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Sfogliatine alla confettura, the Italian jam puffs
Enjoying breakfast at the local café as a way to reclaim freedom | Reproducing that breakfast at home | The recipe for the Italian jam puffs, just like those you eat at your favourite café
After the most severe and heartbreaking months (or should I say years) of Covid, once the vaccines made me feel slightly more confident, and once we resumed an apparently normal life made of cooking classes, nursery school, and sporadic dinners with friends, I found myself with a brand new life. I had to learn how to be a mum, but mostly, I had found myself incapable of properly enjoying life without this looming sense of catastrophe. It was as if even a simple moment of carefree enjoyment could be swept away by a resurgence of Covid cases, a new variant, a criminal war, a climatic threat.
I noticed how dramatic the effects of the past two years had been on me the first time I sat at a table at our local café with an espresso and a cornetto. I could feel tears spring to my eyes: an activity I had barely considered before Covid was now a source of unprecedented joy. I would never give that freedom for granted anymore.
Since then, enjoying a slow breakfast with a macchiato coffee and a pastry in a local café is one of my favourite ways to reclaim my freedom, to intentionally spend my time in a pleasurable activity.
Livia’s sheer joy in drinking her own watered-down orzo (barley coffee) while munching on a large croissant is yet another reason to appreciate those moments.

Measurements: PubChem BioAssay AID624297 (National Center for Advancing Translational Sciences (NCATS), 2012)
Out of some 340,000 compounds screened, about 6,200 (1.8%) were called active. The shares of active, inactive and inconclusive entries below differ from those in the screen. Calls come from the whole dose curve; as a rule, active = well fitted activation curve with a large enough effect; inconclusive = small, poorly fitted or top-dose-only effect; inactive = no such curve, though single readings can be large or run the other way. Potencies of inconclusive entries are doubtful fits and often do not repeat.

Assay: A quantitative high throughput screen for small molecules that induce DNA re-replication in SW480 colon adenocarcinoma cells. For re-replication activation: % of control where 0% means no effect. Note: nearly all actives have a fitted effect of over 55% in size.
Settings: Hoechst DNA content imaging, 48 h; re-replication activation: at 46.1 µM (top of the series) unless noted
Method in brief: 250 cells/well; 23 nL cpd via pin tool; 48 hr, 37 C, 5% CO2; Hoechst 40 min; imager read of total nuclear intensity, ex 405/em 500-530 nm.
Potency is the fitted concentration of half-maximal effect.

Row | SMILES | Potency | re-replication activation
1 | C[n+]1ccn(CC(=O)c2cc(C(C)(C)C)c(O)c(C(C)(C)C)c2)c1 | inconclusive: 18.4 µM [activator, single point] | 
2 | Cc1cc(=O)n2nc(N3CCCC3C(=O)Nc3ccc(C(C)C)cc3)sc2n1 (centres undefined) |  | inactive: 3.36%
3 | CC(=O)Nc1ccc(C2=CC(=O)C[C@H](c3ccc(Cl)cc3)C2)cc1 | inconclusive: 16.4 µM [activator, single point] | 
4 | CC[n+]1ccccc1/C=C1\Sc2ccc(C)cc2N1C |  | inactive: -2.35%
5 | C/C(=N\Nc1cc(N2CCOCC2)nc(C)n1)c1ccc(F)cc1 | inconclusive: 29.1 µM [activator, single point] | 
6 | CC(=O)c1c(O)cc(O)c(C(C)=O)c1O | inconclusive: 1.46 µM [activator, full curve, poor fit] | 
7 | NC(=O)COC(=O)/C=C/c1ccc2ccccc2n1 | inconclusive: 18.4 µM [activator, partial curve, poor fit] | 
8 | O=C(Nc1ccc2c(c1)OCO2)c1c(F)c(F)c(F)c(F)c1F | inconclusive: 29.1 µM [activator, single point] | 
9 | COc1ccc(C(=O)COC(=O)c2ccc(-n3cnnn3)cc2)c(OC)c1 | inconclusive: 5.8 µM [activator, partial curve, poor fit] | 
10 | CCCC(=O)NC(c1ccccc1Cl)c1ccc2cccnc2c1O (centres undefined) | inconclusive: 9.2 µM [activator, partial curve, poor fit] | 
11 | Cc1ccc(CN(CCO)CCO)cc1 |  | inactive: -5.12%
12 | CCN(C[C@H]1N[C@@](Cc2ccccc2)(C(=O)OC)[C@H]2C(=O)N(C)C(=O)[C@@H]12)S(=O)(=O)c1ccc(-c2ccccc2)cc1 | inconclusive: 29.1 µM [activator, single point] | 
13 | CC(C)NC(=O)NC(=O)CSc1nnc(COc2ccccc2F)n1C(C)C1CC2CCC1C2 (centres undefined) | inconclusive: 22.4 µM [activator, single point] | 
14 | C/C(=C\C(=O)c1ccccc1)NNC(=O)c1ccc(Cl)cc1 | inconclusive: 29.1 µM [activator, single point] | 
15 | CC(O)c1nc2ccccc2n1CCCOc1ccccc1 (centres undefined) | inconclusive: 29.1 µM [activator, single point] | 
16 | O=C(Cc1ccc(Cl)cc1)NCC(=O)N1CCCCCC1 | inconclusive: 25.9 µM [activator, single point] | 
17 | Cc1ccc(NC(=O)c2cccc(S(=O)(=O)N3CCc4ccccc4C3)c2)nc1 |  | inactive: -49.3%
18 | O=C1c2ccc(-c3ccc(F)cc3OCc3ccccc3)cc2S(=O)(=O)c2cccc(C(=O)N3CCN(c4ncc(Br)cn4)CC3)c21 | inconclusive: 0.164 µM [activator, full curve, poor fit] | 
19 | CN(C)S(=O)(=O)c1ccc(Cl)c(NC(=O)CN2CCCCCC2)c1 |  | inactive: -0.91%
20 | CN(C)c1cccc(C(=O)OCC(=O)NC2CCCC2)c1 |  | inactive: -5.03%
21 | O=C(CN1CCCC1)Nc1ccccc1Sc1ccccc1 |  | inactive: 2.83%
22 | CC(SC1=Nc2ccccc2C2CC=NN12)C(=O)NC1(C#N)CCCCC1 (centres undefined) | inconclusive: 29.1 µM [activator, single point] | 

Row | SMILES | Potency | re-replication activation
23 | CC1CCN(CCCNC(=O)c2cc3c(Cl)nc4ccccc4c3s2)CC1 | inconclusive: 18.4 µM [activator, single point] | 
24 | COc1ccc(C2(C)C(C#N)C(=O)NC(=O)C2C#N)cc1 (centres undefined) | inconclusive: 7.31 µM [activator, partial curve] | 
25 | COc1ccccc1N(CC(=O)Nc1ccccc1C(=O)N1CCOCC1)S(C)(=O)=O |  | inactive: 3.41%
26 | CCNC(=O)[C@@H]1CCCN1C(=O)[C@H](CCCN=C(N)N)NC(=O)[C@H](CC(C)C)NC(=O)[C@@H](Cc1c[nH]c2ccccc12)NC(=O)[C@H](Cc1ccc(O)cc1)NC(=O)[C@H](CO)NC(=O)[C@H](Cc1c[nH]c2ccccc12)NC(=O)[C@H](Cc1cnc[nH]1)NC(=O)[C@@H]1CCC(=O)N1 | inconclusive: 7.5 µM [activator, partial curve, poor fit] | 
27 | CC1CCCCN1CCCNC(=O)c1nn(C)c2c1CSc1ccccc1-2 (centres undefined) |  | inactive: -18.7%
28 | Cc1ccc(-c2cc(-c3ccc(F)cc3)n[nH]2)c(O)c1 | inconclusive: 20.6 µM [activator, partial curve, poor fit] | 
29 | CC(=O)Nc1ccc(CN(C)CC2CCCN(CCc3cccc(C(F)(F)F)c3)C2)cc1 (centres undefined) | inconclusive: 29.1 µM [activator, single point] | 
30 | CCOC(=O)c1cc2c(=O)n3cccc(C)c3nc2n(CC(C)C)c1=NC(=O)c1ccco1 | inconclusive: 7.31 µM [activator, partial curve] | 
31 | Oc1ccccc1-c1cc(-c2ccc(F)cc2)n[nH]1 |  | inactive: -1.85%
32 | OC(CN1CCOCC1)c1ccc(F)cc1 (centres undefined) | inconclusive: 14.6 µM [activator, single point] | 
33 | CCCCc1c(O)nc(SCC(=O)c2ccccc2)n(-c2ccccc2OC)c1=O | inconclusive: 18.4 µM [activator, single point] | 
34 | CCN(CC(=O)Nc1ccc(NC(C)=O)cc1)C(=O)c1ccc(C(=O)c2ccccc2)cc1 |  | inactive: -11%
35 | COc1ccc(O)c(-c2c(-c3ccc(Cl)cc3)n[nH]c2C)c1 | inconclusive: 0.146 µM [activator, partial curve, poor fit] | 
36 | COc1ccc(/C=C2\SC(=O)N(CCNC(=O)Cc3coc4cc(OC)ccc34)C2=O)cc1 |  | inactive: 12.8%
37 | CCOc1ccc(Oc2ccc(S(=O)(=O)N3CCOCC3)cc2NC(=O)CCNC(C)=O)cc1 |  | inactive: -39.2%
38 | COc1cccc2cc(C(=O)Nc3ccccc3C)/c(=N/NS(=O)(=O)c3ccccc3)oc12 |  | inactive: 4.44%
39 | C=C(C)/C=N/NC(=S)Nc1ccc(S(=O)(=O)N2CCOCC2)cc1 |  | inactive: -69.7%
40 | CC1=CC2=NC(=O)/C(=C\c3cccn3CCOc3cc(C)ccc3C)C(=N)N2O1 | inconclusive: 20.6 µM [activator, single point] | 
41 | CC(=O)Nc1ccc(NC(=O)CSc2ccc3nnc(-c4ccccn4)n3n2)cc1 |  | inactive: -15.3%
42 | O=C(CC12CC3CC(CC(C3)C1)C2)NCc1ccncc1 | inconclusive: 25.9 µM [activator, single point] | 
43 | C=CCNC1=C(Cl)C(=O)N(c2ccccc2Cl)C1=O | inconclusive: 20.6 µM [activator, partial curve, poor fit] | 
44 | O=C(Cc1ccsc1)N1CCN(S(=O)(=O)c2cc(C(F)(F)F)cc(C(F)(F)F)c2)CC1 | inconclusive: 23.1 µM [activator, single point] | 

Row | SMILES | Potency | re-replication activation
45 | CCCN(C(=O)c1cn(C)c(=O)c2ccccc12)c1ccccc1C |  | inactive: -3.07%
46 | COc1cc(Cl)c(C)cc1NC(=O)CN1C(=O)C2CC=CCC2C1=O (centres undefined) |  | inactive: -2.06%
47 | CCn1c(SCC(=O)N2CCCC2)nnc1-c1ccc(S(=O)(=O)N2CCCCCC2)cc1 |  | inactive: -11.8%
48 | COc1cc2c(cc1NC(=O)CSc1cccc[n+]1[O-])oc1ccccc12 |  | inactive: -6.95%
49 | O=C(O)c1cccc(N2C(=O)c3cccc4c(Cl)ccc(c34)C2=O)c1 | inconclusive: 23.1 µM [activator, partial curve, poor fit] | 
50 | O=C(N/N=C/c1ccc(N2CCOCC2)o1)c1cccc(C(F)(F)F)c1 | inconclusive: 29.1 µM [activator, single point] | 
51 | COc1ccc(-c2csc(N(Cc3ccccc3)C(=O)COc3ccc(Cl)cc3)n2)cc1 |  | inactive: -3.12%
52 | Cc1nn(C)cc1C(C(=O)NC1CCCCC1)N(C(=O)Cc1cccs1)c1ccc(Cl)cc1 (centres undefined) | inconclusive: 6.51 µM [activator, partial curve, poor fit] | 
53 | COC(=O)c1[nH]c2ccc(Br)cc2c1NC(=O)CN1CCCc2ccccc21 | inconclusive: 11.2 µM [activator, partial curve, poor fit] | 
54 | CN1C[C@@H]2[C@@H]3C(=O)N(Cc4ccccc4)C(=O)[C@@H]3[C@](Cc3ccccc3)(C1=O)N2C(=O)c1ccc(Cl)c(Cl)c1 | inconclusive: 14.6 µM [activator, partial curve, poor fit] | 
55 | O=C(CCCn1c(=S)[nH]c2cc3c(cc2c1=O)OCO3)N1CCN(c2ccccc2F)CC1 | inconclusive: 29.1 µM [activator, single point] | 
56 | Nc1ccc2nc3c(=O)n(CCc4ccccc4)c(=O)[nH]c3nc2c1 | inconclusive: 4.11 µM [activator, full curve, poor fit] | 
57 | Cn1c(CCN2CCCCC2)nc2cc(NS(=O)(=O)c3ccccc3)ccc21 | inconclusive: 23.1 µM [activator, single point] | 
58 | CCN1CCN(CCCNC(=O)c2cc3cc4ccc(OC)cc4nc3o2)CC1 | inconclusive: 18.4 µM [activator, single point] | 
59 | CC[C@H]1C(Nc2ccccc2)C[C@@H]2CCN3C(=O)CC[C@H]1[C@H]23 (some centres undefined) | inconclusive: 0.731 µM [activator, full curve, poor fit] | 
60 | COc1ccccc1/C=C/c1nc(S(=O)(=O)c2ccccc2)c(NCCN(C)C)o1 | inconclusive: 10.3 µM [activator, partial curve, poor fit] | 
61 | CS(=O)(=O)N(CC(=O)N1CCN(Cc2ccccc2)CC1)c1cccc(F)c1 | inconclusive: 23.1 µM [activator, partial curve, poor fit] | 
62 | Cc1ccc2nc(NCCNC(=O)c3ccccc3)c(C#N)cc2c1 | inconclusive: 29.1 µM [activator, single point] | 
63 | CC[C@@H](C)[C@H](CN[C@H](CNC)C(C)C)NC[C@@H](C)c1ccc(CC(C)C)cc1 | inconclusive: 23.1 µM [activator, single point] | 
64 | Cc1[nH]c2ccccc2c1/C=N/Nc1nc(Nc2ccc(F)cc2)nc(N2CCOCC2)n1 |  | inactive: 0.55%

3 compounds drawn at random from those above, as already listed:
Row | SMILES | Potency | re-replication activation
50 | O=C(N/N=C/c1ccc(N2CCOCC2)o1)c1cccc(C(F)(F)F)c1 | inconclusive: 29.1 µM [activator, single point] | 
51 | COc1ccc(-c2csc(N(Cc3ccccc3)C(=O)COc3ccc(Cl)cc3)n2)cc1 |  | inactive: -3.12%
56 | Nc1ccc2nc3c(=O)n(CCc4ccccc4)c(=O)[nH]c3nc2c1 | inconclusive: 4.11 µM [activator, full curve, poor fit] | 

What if we cannot make it to the café?
I know it sounds like a contradiction, but I learnt to reproduce that feeling at home, changing the pace of our breakfast, swapping yoghurt and granola for something sweet, something I would gladly have while sitting at the corner table in our favourite café.
During the week, our breakfasts are hectic, messy, interspersed with recurring phrases such as: come on, Livia eat that cookie, careful not to spill the barley coffee on you, and, most commonly, Livia, it's late.
That's why when the weekend kicks in, we indulge ourselves with a slower breakfast, one that looks exactly like the breakfast we would enjoy in our favourite coffee shop.
Along with a cup of steaming coffee and a dash of milk, appear the Italian croissants, or sometimes sfogliatine. At the café, sfogliatine, jam-filled pockets of puff pastry, lure me with their caramelized, sticky, crispy crust.
At home, I bake them quite often because they are incredibly easy to make, especially if you substitute a properly made puff pastry for a faster pie dough, a better choice for these hot days. Yes, a properly made puff pastry would definitely work better, but this pie dough is just magic.
My quick and easy pied dough
I already shared this recipe for pie dough on the blog a couple of years ago. I found the recipe a few years ago on a booklet entirely dedicated to pies, Bubby’s Homemade Pies, and, since then, it is what I make every time I need a quick pastry, both for sweet and savoury pies. I shared how I got to the final result in this letter last year.
Obviously, it is not a puff pastry, but when you do not have time to make it, or the chance to buy a ready-made one, this is the ideal solution. Moreover, compared to a store-bought puff pastry dough, it is way cheaper and made with the shortest ingredient list: flour, butter, and salt. You make it, you know what goes inside.